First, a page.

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Beetlemania: Is the bark worse than the bite? Rocky Mountain subalpine forests recover differently after spruce beetle outbreaks and wildfires

Author(s): Zoe Schapira, Camille Stevens-Rumann, Donna Shorrock, Chad M. Hoffman, Amy Chambers
Year Published: 2021
Description:

Due to the shifting global climate, the frequency and severity of disturbances are increasing, inevitably causing an increase in disturbances overlapping in time and space. Bark beetle epidemics and wildfires have historically shaped the disturbance regimes of Western North American forests. Their interactive effects on stand dynamics and recovery are inadequately studied in Picea engelmannii (Engelmann spruce)-Abies lasiocarpa (subalpine fir) dominant forests; understanding these interactions is imperative to the management and health of forested ecosystems. This study focuses on the effects of epidemic Dendroctonus rufipennis (spruce beetle) outbreaks, high-severity fires, and the subsequent species and structural diversity of subalpine forest regeneration and structure in Northern Colorado and Southern Wyoming. We compared tree seedling densities and species composition, surface fuel loading, and stand structure characteristics across 80 sites that experienced either high tree mortality from epidemic spruce beetle outbreaks (>50% affected basal area), high-severity wildfire, post-outbreak high-severity wildfire (1-3 years post-outbreak), or no disturbance (control). The beetle outbreak sites span multiple years post-outbreak from 1996 to 2017, ultimately comprising a chronosequence of beetle-affected stands. Analyses indicate a significant increase in fuel loading over time-since-outbreak, as aerial fuels are transferred to the forest floor following high tree mortality. Tree seedling densities among outbreak and control sites differ significantly from burned areas, indicating that wildfires override the effects of repeated disturbances on regeneration. There was consistent Engelmann spruce seedling survival following beetle outbreaks, providing evidence for stable forest recovery following a single disturbance. However, fire was a dominate force in determining post-disturbance species composition, indicating continued prevalence of high severity fire may prove detrimental for the persistence of spruce-fir species, while promoting shifts toward more drought and fire tolerant tree species (e.g., Pinus contorta). It is critical to understand post-disturbance fuel dynamics and stand recovery to identify hazards for subsequent fire suppression, implement treatments to enhance forest resilience, and to understand the potential consequences of climate-induced shifts in disturbance regimes on forest health.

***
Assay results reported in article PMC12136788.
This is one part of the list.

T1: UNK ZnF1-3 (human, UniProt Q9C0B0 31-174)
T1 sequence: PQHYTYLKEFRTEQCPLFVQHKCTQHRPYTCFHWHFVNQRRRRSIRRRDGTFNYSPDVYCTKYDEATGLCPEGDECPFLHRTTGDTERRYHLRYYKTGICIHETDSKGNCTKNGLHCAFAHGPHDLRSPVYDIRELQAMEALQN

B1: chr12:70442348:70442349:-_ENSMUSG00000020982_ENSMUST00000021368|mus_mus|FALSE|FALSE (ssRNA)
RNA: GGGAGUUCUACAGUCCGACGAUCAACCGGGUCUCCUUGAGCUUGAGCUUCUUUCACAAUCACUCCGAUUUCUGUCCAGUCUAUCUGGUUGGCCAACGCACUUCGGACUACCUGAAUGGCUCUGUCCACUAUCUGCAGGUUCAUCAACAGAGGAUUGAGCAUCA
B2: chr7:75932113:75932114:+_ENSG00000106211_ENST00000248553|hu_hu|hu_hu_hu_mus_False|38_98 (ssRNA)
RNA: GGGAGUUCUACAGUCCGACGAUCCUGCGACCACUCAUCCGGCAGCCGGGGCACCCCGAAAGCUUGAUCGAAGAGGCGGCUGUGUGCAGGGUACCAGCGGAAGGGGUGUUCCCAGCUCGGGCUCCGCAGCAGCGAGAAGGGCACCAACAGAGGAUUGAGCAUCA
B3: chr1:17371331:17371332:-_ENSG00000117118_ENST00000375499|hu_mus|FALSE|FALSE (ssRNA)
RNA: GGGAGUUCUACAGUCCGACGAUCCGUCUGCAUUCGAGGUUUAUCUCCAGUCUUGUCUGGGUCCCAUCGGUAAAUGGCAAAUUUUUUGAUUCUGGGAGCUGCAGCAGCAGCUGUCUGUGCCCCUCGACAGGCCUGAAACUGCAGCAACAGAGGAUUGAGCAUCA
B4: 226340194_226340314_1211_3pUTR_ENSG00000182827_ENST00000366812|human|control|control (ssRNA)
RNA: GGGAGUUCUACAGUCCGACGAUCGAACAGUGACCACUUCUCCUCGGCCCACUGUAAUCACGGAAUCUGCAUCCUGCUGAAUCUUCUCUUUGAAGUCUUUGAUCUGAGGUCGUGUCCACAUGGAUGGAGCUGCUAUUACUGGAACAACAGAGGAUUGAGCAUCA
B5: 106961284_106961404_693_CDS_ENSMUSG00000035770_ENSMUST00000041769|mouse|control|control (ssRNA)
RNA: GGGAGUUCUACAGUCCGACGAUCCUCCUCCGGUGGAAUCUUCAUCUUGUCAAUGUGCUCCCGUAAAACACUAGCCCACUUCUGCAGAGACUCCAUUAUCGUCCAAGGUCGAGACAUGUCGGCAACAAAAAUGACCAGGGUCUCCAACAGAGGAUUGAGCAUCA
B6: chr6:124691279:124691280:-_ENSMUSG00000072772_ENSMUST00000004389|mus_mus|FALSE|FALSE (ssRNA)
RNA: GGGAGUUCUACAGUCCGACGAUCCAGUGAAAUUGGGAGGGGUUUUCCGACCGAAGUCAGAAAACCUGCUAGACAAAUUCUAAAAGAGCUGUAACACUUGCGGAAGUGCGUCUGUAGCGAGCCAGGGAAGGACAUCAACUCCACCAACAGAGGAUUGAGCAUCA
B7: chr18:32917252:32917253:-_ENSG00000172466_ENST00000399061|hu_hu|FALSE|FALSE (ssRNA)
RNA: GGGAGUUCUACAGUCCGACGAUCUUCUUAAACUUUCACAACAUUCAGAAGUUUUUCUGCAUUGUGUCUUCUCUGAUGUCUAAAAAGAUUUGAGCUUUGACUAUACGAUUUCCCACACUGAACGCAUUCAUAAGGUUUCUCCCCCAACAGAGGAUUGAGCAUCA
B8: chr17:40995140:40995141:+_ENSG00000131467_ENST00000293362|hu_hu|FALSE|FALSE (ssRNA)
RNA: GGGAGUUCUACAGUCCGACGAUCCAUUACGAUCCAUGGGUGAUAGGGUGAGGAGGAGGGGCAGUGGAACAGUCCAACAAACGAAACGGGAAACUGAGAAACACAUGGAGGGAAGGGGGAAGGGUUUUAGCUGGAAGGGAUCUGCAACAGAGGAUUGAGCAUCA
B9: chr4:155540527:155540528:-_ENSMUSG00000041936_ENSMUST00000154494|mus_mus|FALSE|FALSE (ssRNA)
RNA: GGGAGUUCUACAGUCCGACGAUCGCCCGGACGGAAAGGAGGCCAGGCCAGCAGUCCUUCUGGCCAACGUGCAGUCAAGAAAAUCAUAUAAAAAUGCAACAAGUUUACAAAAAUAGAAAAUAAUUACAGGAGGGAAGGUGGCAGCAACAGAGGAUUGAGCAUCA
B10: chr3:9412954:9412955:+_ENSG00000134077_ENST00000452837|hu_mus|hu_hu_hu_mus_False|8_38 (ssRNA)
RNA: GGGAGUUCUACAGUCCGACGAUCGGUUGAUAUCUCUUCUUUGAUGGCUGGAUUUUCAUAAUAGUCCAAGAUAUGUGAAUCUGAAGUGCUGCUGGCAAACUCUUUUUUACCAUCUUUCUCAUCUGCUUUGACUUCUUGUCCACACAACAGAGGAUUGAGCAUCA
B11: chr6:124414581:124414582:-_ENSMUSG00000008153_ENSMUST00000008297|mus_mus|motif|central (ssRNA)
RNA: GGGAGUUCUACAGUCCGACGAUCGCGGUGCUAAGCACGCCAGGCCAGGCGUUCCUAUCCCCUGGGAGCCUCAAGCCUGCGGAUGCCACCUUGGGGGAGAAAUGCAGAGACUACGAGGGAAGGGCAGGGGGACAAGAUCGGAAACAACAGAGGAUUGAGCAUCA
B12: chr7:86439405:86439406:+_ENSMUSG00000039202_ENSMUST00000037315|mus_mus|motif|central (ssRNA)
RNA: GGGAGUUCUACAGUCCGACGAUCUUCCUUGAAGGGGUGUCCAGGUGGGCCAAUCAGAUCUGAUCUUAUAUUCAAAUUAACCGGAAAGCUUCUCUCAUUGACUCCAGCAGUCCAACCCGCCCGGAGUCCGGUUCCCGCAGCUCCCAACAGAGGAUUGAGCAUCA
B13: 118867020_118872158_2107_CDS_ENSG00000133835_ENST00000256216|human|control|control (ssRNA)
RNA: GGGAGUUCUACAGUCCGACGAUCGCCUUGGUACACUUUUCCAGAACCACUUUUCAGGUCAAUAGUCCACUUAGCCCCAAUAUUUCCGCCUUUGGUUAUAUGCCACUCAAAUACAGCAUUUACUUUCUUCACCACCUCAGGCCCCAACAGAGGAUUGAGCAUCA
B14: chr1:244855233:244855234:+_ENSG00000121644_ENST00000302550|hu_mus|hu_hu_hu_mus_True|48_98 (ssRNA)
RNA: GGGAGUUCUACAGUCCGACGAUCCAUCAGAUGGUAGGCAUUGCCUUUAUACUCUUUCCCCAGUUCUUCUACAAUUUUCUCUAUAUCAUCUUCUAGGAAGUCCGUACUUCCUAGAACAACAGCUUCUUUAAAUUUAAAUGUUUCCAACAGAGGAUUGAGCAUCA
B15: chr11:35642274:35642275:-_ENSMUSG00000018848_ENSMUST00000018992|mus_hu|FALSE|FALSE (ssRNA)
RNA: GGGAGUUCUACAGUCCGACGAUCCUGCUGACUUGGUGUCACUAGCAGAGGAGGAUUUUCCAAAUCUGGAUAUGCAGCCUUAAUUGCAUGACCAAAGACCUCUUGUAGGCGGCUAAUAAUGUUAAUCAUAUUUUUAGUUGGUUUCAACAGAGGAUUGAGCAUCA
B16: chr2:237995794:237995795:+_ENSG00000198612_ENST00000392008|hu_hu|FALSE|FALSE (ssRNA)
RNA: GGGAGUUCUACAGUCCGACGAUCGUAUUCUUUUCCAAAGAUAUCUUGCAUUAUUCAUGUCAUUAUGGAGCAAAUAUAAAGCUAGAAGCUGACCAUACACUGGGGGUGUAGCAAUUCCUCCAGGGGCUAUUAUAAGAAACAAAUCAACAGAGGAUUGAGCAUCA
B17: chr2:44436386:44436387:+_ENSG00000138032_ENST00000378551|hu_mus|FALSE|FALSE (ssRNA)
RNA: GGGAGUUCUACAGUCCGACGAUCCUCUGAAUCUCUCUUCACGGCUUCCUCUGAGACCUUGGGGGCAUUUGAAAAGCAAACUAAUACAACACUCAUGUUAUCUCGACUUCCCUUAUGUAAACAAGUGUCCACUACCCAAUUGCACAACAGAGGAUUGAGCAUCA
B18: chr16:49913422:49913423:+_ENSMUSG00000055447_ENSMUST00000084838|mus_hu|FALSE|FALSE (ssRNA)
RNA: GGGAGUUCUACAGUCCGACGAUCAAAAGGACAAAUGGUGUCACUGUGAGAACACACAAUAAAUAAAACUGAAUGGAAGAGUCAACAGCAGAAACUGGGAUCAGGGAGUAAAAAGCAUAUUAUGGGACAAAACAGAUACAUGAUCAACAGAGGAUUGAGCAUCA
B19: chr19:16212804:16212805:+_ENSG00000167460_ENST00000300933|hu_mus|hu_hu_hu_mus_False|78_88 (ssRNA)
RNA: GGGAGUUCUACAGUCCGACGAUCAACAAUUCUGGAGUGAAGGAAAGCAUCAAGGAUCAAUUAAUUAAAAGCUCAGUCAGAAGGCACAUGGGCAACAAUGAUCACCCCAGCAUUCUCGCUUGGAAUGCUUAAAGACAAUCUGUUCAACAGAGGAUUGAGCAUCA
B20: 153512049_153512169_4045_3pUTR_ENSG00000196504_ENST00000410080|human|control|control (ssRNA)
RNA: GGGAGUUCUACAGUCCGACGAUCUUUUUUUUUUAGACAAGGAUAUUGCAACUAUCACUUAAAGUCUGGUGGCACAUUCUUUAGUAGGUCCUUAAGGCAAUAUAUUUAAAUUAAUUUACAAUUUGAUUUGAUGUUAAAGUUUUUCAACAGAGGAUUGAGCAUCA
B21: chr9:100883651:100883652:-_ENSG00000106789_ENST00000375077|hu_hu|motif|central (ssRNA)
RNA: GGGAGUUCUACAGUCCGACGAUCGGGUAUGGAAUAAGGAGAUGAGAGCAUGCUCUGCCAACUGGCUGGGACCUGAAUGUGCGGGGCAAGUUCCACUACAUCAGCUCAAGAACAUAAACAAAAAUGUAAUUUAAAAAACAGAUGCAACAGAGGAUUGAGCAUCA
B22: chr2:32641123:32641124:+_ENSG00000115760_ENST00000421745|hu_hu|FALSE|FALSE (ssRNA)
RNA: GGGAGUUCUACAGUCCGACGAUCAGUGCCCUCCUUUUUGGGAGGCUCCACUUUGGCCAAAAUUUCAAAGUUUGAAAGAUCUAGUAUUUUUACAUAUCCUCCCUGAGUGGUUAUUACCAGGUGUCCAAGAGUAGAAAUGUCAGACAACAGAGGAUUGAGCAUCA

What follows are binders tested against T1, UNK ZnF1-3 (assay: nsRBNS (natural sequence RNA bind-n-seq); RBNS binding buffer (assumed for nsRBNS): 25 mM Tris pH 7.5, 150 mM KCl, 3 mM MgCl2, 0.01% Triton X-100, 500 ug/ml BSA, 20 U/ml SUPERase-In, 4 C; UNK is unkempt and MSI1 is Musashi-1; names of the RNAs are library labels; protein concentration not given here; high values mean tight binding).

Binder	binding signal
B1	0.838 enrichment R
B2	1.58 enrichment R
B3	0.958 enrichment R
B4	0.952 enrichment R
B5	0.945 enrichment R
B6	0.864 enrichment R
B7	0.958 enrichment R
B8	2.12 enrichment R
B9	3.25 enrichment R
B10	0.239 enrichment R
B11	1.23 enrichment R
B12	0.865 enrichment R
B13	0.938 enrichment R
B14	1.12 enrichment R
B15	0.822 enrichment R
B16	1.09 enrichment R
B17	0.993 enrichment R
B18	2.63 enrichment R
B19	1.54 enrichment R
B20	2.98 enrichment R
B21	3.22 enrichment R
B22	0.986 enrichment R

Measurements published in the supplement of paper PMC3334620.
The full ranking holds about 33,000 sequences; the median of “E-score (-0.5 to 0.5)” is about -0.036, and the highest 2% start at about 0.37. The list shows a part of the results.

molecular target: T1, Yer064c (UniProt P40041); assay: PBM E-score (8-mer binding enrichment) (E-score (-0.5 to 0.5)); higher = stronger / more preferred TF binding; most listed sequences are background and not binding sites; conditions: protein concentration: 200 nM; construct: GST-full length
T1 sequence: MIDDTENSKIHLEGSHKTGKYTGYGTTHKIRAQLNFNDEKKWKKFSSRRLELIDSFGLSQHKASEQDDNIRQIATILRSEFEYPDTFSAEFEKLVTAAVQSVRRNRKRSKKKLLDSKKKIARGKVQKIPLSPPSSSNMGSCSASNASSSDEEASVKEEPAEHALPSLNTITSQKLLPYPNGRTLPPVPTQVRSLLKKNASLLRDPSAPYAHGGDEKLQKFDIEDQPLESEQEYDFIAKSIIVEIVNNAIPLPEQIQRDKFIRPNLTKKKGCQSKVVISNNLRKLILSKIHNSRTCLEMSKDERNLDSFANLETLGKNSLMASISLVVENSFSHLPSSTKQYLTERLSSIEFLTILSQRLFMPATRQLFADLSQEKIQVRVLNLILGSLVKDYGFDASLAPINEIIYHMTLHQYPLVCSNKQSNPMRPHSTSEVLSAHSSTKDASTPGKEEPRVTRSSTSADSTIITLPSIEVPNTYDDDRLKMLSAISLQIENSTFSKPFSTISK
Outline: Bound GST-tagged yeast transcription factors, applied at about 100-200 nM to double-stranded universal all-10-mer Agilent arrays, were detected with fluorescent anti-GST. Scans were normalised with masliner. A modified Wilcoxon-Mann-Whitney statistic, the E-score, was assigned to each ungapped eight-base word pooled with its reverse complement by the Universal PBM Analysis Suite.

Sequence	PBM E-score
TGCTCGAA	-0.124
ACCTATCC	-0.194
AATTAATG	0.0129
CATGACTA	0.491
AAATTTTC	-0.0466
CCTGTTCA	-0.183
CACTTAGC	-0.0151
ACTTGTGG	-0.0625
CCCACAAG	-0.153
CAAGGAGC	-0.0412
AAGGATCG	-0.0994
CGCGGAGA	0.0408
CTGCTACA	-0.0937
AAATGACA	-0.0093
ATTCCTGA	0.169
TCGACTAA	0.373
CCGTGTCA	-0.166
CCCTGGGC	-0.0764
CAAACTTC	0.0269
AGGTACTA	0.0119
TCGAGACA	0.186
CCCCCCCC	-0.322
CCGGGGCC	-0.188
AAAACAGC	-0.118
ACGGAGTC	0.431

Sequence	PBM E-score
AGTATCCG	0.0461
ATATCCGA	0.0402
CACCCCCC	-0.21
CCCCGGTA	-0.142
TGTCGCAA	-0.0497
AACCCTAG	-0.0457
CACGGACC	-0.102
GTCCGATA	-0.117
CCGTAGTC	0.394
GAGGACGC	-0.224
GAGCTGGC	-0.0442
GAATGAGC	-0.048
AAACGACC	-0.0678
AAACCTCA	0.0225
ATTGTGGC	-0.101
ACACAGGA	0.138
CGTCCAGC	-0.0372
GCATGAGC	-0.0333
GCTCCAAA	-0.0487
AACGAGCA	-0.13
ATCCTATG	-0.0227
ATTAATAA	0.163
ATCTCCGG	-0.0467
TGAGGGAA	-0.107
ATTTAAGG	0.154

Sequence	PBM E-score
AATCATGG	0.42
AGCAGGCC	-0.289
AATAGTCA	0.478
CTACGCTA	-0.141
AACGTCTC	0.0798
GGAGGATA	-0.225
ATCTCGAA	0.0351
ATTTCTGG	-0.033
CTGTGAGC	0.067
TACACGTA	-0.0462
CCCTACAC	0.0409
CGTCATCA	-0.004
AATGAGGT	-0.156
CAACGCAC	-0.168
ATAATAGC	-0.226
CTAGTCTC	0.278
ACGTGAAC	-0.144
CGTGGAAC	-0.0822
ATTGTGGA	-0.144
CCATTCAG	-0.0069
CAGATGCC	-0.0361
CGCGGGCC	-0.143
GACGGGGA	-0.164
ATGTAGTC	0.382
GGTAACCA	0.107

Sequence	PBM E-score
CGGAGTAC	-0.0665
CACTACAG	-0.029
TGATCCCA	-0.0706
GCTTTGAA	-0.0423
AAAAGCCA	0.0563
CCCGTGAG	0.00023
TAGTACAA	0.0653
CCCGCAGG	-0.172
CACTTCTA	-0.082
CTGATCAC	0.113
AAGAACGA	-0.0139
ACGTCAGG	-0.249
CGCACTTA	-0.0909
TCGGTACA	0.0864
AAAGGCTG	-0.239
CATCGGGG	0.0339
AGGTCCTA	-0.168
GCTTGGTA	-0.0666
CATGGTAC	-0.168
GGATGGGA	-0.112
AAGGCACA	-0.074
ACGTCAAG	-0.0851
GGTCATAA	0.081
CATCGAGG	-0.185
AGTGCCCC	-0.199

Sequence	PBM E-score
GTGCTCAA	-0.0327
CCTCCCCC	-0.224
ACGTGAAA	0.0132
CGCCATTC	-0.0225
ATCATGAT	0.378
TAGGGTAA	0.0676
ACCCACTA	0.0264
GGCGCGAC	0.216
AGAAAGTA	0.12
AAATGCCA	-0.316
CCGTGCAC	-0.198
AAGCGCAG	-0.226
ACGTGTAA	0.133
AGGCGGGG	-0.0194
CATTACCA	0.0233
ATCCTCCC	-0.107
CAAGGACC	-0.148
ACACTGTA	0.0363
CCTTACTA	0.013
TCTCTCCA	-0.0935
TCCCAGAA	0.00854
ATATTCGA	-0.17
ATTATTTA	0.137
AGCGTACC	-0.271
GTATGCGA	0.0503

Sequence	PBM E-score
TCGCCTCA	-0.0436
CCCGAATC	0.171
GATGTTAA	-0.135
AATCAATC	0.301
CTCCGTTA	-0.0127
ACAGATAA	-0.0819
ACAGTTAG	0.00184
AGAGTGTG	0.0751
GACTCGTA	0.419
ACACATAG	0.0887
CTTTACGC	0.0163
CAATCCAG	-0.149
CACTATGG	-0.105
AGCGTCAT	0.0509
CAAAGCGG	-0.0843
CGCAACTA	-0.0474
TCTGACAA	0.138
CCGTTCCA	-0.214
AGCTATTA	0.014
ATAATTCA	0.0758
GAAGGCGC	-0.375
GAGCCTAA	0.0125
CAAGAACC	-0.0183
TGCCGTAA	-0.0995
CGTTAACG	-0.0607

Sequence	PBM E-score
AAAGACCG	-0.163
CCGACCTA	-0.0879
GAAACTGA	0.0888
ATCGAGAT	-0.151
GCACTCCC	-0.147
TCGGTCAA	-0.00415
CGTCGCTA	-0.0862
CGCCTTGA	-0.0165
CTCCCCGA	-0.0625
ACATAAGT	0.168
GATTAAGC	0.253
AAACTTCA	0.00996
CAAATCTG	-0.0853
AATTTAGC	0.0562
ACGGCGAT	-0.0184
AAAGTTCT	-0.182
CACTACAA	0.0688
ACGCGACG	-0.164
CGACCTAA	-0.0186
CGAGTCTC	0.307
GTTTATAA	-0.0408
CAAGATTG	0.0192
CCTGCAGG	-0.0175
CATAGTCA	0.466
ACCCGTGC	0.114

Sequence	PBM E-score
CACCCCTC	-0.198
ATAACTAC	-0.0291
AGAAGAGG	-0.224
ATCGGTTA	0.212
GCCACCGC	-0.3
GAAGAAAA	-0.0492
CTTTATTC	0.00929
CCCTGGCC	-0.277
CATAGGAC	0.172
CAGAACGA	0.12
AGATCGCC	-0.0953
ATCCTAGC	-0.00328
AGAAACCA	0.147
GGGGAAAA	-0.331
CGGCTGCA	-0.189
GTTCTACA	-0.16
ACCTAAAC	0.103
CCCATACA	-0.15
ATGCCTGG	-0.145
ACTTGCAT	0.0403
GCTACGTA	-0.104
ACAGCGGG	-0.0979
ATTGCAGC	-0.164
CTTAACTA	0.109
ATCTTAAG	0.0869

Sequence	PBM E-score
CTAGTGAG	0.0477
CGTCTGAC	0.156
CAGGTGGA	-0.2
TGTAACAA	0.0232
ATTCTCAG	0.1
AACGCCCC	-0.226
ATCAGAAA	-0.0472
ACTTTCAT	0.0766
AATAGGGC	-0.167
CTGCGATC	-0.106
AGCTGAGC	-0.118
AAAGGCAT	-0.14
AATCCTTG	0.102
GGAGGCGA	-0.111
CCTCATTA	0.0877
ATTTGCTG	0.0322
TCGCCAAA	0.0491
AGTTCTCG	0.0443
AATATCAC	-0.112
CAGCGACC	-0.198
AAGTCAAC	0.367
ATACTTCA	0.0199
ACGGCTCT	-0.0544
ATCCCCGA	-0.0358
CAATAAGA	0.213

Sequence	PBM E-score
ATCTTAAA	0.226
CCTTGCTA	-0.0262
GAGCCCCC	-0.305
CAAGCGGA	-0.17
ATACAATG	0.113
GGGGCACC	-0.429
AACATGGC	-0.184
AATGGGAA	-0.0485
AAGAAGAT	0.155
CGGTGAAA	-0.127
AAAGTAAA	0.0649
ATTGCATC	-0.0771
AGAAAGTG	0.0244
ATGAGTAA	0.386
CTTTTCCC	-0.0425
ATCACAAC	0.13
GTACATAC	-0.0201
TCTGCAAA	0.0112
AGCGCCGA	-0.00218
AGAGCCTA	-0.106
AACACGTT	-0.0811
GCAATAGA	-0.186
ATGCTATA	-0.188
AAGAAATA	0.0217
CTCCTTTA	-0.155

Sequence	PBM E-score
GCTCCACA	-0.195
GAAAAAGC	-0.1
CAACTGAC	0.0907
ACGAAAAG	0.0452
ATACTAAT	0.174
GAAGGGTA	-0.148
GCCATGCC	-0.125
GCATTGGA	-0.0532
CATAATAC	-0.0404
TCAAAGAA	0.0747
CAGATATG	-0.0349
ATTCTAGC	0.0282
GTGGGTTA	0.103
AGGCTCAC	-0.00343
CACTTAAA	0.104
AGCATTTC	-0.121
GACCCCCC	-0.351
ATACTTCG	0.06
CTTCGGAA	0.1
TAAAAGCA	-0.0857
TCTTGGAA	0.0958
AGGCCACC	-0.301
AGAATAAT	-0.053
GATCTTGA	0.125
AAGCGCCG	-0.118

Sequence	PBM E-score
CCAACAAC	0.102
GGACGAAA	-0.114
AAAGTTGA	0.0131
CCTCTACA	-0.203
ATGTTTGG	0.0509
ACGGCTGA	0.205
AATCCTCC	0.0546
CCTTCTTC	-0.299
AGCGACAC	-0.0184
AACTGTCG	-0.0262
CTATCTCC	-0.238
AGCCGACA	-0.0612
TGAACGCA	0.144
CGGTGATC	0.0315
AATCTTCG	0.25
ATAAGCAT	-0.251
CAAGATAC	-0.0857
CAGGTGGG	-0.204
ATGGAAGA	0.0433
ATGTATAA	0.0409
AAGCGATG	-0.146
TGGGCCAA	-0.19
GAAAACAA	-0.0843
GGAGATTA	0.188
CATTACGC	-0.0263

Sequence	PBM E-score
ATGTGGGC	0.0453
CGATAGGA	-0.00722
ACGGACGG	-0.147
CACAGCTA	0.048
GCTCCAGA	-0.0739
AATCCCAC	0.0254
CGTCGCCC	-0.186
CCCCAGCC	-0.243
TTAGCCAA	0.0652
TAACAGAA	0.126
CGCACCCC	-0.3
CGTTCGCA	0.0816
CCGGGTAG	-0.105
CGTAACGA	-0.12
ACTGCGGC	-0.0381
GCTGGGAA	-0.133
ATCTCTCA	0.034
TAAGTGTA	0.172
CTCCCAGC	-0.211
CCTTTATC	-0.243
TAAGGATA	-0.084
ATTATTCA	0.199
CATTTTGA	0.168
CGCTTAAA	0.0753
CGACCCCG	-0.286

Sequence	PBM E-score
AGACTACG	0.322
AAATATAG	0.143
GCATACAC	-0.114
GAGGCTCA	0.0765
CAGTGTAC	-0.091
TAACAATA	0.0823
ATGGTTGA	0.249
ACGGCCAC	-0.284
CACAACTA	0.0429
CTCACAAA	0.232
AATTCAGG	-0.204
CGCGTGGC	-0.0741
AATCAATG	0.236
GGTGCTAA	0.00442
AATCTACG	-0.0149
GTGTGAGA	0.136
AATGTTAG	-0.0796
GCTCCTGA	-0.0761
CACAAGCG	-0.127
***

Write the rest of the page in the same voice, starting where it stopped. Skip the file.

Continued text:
Citation: Schapira, Zoe; Stevens-Rumann, Camille S.; Shorrock, Donna; Hoffman, Chad M.; Chambers, Amy. 2021. Beetlemania: Is the bark worse than the bite? Rocky Mountain subalpine forests recover differently after spruce beetle outbreaks and wildfires. Forest Ecology and Management 482:118879. https://doi.org/10.1016/j.foreco.2020.118879
Topic(s): Fire Ecology, Fire Effects, Fuels
Ecosystem(s): None
Document Type: Book or Chapter or Journal Article
NRFSN number: 22697
FRAMES RCS number: 62545
Record updated: Mar 8, 2021